For many senior executives today, the jargon of
cybersecurity may feel like hieroglyphics, a mysterious language that requires
translation. Additionally, there is a lack of consensus on how to categorize
cyber within a risk taxonomy. The insurance sector often views cyber as a
financial risk, specifically a subset of insurance risk due to underwriting of
policies. Banks may view cyber as a type of operational risk, while other
industries may see it altogether as a strategic or standalone risk.
This lack of a common vernacular creates a communication barrier between cybersecurity experts and the board. To bridge that gap, a new approach is required that makes it possible for stakeholders on both sides of the table to speak the same language. In this paper, Milliman’s Chris Harner and Chris Beck discuss the language of cyber and why it’s important to translate this complex, technical language into financial terms.
For medical malpractice insurers, market pressures continued in 2018 despite overall profitability, according to a May report by AM Best. One way to combat potential headwinds is by lowering defense costs using advanced analytic techniques. In 2017, NORCAL Group began using Milliman’s Datalytics-Defense®, which uses proprietary data-mining techniques to analyze companies’ defense cost invoices and produce actionable insights. The results from the case study shown in the infographic below demonstrate the extent NORCAL was able to reduce its defense costs, all the while maintaining its overall claims-with-payment ratio.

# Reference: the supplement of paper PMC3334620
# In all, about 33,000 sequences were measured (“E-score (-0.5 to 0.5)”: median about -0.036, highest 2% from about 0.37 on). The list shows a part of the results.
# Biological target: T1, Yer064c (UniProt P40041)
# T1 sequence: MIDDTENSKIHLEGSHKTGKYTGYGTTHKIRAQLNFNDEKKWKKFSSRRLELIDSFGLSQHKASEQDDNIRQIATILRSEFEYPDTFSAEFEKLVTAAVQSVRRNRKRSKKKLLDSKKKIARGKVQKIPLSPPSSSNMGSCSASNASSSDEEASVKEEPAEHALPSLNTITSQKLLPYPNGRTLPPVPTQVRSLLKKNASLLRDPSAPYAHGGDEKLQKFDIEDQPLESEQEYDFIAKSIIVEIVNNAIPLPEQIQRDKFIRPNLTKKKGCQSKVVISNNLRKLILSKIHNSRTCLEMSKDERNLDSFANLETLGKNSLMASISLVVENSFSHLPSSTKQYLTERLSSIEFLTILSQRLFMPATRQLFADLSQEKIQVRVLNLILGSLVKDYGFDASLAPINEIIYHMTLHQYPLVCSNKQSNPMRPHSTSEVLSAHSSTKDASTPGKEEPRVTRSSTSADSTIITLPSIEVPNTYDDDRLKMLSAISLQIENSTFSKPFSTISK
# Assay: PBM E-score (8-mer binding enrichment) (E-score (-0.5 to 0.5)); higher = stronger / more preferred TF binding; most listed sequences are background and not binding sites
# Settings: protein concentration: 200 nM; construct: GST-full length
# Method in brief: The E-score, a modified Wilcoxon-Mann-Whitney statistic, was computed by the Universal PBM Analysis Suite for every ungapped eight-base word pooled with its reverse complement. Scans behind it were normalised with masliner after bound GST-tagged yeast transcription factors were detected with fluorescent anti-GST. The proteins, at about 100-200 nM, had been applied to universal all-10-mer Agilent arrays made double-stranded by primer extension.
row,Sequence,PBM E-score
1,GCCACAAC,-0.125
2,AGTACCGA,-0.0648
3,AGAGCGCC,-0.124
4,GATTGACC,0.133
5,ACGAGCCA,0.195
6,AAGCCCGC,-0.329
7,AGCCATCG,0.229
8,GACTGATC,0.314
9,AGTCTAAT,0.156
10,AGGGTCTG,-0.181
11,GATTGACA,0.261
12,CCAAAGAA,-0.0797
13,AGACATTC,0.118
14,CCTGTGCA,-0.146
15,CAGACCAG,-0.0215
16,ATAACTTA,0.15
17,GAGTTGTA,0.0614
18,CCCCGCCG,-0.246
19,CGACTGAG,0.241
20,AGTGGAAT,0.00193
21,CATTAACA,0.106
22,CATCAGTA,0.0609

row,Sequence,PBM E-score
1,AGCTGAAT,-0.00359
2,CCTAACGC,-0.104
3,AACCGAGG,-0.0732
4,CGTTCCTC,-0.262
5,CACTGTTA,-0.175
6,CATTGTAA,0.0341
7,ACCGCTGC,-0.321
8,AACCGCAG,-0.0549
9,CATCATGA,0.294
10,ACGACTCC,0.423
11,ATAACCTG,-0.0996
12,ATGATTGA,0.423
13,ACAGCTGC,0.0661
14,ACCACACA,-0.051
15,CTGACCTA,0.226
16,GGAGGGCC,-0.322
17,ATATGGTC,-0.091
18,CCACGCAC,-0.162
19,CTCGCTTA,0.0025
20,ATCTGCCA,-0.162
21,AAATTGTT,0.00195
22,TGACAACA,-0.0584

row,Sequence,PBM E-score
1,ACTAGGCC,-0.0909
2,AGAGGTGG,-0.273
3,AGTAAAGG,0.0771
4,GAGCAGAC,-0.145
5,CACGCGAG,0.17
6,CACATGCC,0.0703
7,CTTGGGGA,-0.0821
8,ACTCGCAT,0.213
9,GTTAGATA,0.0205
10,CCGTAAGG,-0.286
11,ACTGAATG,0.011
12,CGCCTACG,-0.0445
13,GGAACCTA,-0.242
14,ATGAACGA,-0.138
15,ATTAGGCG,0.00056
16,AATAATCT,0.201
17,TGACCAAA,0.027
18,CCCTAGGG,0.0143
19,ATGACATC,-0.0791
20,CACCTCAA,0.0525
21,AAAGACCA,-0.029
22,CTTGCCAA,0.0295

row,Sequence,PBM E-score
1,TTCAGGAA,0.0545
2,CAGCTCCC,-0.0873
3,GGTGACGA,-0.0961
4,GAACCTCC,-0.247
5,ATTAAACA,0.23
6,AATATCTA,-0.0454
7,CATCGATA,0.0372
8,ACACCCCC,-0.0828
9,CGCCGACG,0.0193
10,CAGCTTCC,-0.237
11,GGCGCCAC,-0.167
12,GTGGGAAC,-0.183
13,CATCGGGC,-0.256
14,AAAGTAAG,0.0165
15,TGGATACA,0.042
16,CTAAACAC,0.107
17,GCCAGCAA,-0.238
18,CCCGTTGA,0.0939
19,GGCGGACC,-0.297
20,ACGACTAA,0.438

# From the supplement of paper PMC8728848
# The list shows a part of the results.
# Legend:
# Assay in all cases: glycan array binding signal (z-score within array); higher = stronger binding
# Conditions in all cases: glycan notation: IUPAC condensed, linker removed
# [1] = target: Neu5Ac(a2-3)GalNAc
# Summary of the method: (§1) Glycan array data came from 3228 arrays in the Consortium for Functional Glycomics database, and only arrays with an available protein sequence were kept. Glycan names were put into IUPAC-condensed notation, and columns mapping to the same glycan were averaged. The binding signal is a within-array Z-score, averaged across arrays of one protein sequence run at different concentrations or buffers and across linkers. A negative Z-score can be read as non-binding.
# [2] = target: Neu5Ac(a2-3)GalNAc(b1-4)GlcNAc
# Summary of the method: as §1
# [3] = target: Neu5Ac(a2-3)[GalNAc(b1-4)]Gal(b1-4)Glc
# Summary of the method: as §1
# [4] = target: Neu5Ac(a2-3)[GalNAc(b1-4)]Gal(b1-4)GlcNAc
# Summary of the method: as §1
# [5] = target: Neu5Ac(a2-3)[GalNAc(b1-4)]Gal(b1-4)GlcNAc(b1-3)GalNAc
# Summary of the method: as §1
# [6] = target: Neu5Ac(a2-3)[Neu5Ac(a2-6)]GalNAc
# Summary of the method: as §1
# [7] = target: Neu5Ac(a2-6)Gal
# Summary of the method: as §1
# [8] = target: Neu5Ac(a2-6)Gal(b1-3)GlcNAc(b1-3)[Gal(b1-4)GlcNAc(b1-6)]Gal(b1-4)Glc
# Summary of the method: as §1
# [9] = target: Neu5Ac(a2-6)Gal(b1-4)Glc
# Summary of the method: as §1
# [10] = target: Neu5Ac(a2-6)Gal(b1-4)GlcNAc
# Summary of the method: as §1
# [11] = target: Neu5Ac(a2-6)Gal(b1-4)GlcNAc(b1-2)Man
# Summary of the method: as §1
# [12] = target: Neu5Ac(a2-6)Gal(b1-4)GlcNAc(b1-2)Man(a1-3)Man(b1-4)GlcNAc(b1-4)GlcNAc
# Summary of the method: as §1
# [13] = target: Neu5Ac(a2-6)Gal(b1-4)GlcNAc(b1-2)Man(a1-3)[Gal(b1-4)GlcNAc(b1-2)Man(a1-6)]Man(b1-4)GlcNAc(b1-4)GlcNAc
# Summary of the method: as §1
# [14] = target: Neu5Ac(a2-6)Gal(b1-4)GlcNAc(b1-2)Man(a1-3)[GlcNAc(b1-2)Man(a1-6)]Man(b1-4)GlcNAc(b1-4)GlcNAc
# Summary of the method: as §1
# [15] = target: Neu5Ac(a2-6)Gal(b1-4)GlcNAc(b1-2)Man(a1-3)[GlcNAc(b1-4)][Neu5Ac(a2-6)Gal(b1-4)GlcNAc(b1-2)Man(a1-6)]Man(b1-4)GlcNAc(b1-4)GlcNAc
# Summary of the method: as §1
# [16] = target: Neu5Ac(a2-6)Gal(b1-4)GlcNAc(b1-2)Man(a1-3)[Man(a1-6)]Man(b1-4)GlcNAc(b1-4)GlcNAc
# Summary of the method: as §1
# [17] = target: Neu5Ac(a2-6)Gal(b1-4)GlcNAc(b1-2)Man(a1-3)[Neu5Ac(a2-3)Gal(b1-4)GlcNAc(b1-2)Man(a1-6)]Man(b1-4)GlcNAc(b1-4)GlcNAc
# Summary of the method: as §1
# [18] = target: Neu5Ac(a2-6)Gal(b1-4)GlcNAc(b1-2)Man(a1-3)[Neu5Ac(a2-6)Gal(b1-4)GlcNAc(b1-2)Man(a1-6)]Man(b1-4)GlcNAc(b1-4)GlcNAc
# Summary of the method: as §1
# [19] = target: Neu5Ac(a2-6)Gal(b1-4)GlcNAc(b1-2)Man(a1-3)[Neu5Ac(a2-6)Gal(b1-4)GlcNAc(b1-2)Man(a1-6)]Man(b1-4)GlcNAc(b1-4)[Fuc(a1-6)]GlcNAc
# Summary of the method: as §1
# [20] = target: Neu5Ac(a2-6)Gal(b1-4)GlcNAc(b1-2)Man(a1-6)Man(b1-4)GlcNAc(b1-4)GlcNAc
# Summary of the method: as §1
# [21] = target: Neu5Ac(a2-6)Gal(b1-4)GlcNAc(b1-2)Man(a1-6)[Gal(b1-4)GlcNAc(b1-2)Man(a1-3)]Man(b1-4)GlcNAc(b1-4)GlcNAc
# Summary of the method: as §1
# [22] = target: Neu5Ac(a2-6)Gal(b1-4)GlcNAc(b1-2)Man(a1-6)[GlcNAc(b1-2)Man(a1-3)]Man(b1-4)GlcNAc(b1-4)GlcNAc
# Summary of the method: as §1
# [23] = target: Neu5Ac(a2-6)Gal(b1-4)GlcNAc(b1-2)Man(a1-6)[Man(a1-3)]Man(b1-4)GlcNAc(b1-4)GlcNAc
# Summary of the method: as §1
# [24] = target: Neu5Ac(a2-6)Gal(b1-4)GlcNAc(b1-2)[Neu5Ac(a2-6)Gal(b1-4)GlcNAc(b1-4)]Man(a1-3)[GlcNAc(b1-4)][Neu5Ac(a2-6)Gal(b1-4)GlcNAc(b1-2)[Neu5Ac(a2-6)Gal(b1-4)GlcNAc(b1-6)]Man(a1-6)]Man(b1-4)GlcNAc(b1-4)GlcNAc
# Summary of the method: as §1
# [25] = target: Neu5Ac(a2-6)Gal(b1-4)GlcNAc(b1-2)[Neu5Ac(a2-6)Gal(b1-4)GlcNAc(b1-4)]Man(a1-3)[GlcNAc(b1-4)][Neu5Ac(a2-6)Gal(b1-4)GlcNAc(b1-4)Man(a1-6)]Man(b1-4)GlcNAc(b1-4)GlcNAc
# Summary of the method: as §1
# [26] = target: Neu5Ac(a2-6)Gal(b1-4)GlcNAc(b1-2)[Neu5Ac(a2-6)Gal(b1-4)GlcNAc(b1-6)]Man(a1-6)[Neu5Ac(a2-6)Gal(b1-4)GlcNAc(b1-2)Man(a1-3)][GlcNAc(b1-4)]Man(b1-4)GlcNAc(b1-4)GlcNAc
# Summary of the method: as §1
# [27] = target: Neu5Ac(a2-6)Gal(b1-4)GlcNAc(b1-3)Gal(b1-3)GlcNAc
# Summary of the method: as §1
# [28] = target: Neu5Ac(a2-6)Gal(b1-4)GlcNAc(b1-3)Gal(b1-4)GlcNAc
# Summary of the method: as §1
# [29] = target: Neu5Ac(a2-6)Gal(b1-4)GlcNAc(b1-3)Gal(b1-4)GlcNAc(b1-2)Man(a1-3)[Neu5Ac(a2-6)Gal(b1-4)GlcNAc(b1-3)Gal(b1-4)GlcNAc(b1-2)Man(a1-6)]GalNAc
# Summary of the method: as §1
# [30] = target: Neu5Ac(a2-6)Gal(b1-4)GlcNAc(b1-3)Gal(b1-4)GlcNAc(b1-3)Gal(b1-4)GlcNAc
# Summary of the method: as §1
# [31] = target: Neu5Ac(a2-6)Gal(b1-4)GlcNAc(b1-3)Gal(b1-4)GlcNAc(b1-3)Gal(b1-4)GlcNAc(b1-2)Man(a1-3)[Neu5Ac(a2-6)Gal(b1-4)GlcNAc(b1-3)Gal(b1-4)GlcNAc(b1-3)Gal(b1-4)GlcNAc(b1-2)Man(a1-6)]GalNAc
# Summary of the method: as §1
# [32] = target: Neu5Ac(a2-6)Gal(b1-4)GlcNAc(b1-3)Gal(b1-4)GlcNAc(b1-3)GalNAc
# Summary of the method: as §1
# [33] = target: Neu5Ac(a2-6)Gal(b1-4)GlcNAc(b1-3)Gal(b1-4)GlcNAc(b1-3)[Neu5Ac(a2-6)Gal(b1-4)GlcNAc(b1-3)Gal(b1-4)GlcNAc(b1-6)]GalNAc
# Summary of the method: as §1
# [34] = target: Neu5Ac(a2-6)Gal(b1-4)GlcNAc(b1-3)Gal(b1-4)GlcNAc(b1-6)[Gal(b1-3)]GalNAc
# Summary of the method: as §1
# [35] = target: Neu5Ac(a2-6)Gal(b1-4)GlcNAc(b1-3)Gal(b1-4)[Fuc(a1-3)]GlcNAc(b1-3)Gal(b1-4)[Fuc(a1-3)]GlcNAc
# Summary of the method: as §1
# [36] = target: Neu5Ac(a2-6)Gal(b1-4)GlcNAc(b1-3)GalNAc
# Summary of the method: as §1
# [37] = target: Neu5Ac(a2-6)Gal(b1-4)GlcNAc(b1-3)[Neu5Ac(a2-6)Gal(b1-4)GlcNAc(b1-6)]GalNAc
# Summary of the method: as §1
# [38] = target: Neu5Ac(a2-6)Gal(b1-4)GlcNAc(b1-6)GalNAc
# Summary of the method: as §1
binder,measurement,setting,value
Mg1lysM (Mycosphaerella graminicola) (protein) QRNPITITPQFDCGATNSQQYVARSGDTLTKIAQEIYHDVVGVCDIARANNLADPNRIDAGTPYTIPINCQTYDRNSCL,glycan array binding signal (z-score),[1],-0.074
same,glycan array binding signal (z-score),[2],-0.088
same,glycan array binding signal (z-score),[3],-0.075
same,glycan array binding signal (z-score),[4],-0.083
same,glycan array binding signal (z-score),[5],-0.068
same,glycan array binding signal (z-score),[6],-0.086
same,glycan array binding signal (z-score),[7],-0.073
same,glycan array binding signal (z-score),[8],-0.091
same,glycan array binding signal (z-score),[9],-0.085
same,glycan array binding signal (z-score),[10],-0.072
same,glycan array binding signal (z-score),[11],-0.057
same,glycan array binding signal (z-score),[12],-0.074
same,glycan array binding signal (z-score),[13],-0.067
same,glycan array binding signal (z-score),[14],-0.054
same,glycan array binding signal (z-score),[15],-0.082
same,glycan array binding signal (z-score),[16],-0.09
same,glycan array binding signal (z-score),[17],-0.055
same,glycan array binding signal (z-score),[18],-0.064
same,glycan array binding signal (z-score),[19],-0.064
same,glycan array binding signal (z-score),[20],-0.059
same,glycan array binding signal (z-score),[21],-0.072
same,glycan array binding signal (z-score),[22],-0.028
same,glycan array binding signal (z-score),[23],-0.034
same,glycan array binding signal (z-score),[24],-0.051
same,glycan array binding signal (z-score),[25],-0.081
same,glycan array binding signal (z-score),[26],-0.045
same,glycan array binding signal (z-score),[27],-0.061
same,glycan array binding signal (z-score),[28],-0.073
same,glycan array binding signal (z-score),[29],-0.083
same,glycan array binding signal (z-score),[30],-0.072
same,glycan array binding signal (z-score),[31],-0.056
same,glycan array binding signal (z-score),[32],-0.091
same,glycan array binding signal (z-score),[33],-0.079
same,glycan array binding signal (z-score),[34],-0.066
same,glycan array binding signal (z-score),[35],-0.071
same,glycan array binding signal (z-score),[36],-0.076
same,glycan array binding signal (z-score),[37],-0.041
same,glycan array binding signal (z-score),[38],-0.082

The on-demand sharing economy is providing insurance companies an opportunity to develop products for new lines of business. Home sharing, ride sharing, and fashion rentals are three new insurance exposures resulting from the economy. These new exposures present actuaries with several challenges when trying to reserve for their associated risks. In this article, Milliman consultant Dana Ryan discusses the property and casualty (P&C) insurance opportunities and risks of the sharing economy.
The insurance-linked securities (ILS) market has overcome major catastrophe losses in 2017 and 2018, proving to be a reliable risk transfer instrument for insurers. While the market is now growing and expanding beyond natural catastrophe risk, ILS transactions sponsored by captive insurers have been relatively quiet in recent years—but may be poised to grow in the future. In this article, Milliman actuary Aaron Koch discusses the current insurance-linked securities landscape and how captives are using this segment.